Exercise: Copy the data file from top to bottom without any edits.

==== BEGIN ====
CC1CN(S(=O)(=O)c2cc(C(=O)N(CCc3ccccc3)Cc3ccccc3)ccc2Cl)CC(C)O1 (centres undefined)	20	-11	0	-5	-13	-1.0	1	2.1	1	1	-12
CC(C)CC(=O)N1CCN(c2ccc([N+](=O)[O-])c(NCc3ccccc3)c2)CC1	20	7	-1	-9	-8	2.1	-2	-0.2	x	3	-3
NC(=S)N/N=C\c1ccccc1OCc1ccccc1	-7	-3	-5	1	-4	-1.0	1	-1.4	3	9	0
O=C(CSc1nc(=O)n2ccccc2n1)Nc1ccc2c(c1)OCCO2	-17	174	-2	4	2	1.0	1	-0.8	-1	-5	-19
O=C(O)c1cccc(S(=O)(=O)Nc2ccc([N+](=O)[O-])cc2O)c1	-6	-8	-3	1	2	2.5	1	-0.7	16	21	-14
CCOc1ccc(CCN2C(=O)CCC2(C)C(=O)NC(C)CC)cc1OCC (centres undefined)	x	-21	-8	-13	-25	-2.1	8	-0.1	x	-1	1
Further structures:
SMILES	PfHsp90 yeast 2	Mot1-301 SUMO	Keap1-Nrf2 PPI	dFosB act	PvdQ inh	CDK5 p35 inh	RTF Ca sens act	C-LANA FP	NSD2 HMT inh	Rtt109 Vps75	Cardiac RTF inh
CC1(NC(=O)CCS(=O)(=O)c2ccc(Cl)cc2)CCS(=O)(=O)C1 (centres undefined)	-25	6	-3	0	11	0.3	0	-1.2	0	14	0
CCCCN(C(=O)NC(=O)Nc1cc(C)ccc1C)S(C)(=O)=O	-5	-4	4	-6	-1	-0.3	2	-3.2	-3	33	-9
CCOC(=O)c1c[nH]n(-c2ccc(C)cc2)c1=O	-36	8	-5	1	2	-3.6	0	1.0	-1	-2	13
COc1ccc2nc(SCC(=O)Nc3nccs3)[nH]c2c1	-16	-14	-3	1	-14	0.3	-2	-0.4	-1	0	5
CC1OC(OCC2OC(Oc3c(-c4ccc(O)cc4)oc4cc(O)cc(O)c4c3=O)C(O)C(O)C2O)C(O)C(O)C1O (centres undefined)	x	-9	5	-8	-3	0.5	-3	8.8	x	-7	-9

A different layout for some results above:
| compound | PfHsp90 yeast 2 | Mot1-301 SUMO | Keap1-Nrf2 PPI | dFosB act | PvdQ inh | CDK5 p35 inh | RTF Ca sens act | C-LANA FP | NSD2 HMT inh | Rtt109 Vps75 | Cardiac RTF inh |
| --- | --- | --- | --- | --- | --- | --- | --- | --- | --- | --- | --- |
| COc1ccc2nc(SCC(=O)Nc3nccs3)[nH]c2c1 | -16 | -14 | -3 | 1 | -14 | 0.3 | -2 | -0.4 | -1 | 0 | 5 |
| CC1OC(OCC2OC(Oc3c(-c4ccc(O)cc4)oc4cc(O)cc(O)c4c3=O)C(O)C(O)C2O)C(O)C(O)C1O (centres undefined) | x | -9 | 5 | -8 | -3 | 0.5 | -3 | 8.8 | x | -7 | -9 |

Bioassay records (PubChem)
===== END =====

CC1CN(S(=O)(=O)c2cc(C(=O)N(CCc3ccccc3)Cc3ccccc3)ccc2Cl)CC(C)O1 (centres undefined)	20	-11	0	-5	-13	-1.0	1	2.1	1	1	-12
CC(C)CC(=O)N1CCN(c2ccc([N+](=O)[O-])c(NCc3ccccc3)c2)CC1	20	7	-1	-9	-8	2.1	-2	-0.2	x	3	-3
NC(=S)N/N=C\c1ccccc1OCc1ccccc1	-7	-3	-5	1	-4	-1.0	1	-1.4	3	9	0
O=C(CSc1nc(=O)n2ccccc2n1)Nc1ccc2c(c1)OCCO2	-17	174	-2	4	2	1.0	1	-0.8	-1	-5	-19
O=C(O)c1cccc(S(=O)(=O)Nc2ccc([N+](=O)[O-])cc2O)c1	-6	-8	-3	1	2	2.5	1	-0.7	16	21	-14
CCOc1ccc(CCN2C(=O)CCC2(C)C(=O)NC(C)CC)cc1OCC (centres undefined)	x	-21	-8	-13	-25	-2.1	8	-0.1	x	-1	1
Further structures:
SMILES	PfHsp90 yeast 2	Mot1-301 SUMO	Keap1-Nrf2 PPI	dFosB act	PvdQ inh	CDK5 p35 inh	RTF Ca sens act	C-LANA FP	NSD2 HMT inh	Rtt109 Vps75	Cardiac RTF inh
CC1(NC(=O)CCS(=O)(=O)c2ccc(Cl)cc2)CCS(=O)(=O)C1 (centres undefined)	-25	6	-3	0	11	0.3	0	-1.2	0	14	0
CCCCN(C(=O)NC(=O)Nc1cc(C)ccc1C)S(C)(=O)=O	-5	-4	4	-6	-1	-0.3	2	-3.2	-3	33	-9
CCOC(=O)c1c[nH]n(-c2ccc(C)cc2)c1=O	-36	8	-5	1	2	-3.6	0	1.0	-1	-2	13
COc1ccc2nc(SCC(=O)Nc3nccs3)[nH]c2c1	-16	-14	-3	1	-14	0.3	-2	-0.4	-1	0	5
CC1OC(OCC2OC(Oc3c(-c4ccc(O)cc4)oc4cc(O)cc(O)c4c3=O)C(O)C(O)C2O)C(O)C(O)C1O (centres undefined)	x	-9	5	-8	-3	0.5	-3	8.8	x	-7	-9

A different layout for some results above:
| compound | PfHsp90 yeast 2 | Mot1-301 SUMO | Keap1-Nrf2 PPI | dFosB act | PvdQ inh | CDK5 p35 inh | RTF Ca sens act | C-LANA FP | NSD2 HMT inh | Rtt109 Vps75 | Cardiac RTF inh |
| --- | --- | --- | --- | --- | --- | --- | --- | --- | --- | --- | --- |
| COc1ccc2nc(SCC(=O)Nc3nccs3)[nH]c2c1 | -16 | -14 | -3 | 1 | -14 | 0.3 | -2 | -0.4 | -1 | 0 | 5 |
| CC1OC(OCC2OC(Oc3c(-c4ccc(O)cc4)oc4cc(O)cc(O)c4c3=O)C(O)C(O)C2O)C(O)C(O)C1O (centres undefined) | x | -9 | 5 | -8 | -3 | 0.5 | -3 | 8.8 | x | -7 | -9 |

Bioassay records (PubChem)